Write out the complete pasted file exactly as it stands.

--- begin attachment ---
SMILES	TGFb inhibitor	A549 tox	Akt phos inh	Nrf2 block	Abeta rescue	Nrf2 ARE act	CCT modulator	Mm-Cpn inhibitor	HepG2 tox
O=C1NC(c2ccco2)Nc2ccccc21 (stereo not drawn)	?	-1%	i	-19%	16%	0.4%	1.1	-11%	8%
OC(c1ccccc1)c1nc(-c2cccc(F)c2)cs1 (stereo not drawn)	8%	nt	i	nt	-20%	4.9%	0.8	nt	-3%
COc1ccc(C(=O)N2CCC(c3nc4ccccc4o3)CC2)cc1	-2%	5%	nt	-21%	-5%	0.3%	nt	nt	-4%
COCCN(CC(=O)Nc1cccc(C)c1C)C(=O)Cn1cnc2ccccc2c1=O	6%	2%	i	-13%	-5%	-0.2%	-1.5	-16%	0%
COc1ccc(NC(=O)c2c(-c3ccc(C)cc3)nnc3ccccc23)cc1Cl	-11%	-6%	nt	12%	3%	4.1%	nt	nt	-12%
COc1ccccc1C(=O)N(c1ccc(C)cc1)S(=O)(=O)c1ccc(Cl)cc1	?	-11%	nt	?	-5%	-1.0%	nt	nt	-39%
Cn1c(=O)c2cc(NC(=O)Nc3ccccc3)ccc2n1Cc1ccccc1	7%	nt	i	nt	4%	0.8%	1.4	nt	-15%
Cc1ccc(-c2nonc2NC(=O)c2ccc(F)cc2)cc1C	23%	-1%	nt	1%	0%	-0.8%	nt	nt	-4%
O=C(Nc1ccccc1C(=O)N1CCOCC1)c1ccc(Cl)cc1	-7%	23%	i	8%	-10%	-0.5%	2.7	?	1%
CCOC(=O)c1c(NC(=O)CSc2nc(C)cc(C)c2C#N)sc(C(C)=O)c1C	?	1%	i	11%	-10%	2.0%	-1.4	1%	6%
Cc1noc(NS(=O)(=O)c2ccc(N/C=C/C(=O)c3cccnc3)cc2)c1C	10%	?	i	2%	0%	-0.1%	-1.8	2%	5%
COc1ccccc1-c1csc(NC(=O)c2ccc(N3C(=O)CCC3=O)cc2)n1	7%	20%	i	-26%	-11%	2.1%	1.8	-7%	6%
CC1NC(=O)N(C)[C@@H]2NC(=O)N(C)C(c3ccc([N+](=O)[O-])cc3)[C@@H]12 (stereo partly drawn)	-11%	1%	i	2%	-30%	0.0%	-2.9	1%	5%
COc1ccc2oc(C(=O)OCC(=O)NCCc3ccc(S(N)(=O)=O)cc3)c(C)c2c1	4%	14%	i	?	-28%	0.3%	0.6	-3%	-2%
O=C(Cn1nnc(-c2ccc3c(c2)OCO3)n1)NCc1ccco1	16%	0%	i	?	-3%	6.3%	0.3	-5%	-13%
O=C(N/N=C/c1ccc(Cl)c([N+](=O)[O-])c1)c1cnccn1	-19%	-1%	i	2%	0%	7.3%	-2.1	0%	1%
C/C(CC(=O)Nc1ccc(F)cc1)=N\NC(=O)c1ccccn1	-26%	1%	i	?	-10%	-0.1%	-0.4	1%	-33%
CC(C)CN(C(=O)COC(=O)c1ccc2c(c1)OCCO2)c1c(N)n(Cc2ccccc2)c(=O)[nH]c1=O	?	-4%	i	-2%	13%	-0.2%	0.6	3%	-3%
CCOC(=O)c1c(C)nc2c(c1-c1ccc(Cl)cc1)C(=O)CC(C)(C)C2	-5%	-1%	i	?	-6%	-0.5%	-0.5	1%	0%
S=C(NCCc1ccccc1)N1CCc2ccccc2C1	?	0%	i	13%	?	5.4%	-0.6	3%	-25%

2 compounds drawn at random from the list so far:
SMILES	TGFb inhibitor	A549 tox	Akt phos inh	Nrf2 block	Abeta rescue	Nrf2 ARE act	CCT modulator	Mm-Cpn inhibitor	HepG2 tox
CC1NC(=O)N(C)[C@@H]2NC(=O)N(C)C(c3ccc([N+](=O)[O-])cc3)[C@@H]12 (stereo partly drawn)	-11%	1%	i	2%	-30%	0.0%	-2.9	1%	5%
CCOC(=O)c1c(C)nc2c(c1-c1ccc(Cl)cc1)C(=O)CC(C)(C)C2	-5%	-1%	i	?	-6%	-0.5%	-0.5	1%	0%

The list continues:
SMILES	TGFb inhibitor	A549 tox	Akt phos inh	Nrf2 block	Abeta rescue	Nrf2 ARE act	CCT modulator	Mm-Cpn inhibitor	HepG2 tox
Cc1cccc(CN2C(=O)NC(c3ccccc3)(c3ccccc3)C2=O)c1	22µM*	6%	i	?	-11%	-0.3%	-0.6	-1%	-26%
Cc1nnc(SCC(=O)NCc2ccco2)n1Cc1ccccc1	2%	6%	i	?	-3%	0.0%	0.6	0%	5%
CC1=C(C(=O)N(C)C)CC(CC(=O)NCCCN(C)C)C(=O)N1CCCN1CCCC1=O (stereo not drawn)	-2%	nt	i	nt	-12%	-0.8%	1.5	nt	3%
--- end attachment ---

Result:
SMILES	TGFb inhibitor	A549 tox	Akt phos inh	Nrf2 block	Abeta rescue	Nrf2 ARE act	CCT modulator	Mm-Cpn inhibitor	HepG2 tox
O=C1NC(c2ccco2)Nc2ccccc21 (stereo not drawn)	?	-1%	i	-19%	16%	0.4%	1.1	-11%	8%
OC(c1ccccc1)c1nc(-c2cccc(F)c2)cs1 (stereo not drawn)	8%	nt	i	nt	-20%	4.9%	0.8	nt	-3%
COc1ccc(C(=O)N2CCC(c3nc4ccccc4o3)CC2)cc1	-2%	5%	nt	-21%	-5%	0.3%	nt	nt	-4%
COCCN(CC(=O)Nc1cccc(C)c1C)C(=O)Cn1cnc2ccccc2c1=O	6%	2%	i	-13%	-5%	-0.2%	-1.5	-16%	0%
COc1ccc(NC(=O)c2c(-c3ccc(C)cc3)nnc3ccccc23)cc1Cl	-11%	-6%	nt	12%	3%	4.1%	nt	nt	-12%
COc1ccccc1C(=O)N(c1ccc(C)cc1)S(=O)(=O)c1ccc(Cl)cc1	?	-11%	nt	?	-5%	-1.0%	nt	nt	-39%
Cn1c(=O)c2cc(NC(=O)Nc3ccccc3)ccc2n1Cc1ccccc1	7%	nt	i	nt	4%	0.8%	1.4	nt	-15%
Cc1ccc(-c2nonc2NC(=O)c2ccc(F)cc2)cc1C	23%	-1%	nt	1%	0%	-0.8%	nt	nt	-4%
O=C(Nc1ccccc1C(=O)N1CCOCC1)c1ccc(Cl)cc1	-7%	23%	i	8%	-10%	-0.5%	2.7	?	1%
CCOC(=O)c1c(NC(=O)CSc2nc(C)cc(C)c2C#N)sc(C(C)=O)c1C	?	1%	i	11%	-10%	2.0%	-1.4	1%	6%
Cc1noc(NS(=O)(=O)c2ccc(N/C=C/C(=O)c3cccnc3)cc2)c1C	10%	?	i	2%	0%	-0.1%	-1.8	2%	5%
COc1ccccc1-c1csc(NC(=O)c2ccc(N3C(=O)CCC3=O)cc2)n1	7%	20%	i	-26%	-11%	2.1%	1.8	-7%	6%
CC1NC(=O)N(C)[C@@H]2NC(=O)N(C)C(c3ccc([N+](=O)[O-])cc3)[C@@H]12 (stereo partly drawn)	-11%	1%	i	2%	-30%	0.0%	-2.9	1%	5%
COc1ccc2oc(C(=O)OCC(=O)NCCc3ccc(S(N)(=O)=O)cc3)c(C)c2c1	4%	14%	i	?	-28%	0.3%	0.6	-3%	-2%
O=C(Cn1nnc(-c2ccc3c(c2)OCO3)n1)NCc1ccco1	16%	0%	i	?	-3%	6.3%	0.3	-5%	-13%
O=C(N/N=C/c1ccc(Cl)c([N+](=O)[O-])c1)c1cnccn1	-19%	-1%	i	2%	0%	7.3%	-2.1	0%	1%
C/C(CC(=O)Nc1ccc(F)cc1)=N\NC(=O)c1ccccn1	-26%	1%	i	?	-10%	-0.1%	-0.4	1%	-33%
CC(C)CN(C(=O)COC(=O)c1ccc2c(c1)OCCO2)c1c(N)n(Cc2ccccc2)c(=O)[nH]c1=O	?	-4%	i	-2%	13%	-0.2%	0.6	3%	-3%
CCOC(=O)c1c(C)nc2c(c1-c1ccc(Cl)cc1)C(=O)CC(C)(C)C2	-5%	-1%	i	?	-6%	-0.5%	-0.5	1%	0%
S=C(NCCc1ccccc1)N1CCc2ccccc2C1	?	0%	i	13%	?	5.4%	-0.6	3%	-25%

2 compounds drawn at random from the list so far:
SMILES	TGFb inhibitor	A549 tox	Akt phos inh	Nrf2 block	Abeta rescue	Nrf2 ARE act	CCT modulator	Mm-Cpn inhibitor	HepG2 tox
CC1NC(=O)N(C)[C@@H]2NC(=O)N(C)C(c3ccc([N+](=O)[O-])cc3)[C@@H]12 (stereo partly drawn)	-11%	1%	i	2%	-30%	0.0%	-2.9	1%	5%
CCOC(=O)c1c(C)nc2c(c1-c1ccc(Cl)cc1)C(=O)CC(C)(C)C2	-5%	-1%	i	?	-6%	-0.5%	-0.5	1%	0%

The list continues:
SMILES	TGFb inhibitor	A549 tox	Akt phos inh	Nrf2 block	Abeta rescue	Nrf2 ARE act	CCT modulator	Mm-Cpn inhibitor	HepG2 tox
Cc1cccc(CN2C(=O)NC(c3ccccc3)(c3ccccc3)C2=O)c1	22µM*	6%	i	?	-11%	-0.3%	-0.6	-1%	-26%
Cc1nnc(SCC(=O)NCc2ccco2)n1Cc1ccccc1	2%	6%	i	?	-3%	0.0%	0.6	0%	5%
CC1=C(C(=O)N(C)C)CC(CC(=O)NCCCN(C)C)C(=O)N1CCCN1CCCC1=O (stereo not drawn)	-2%	nt	i	nt	-12%	-0.8%	1.5	nt	3%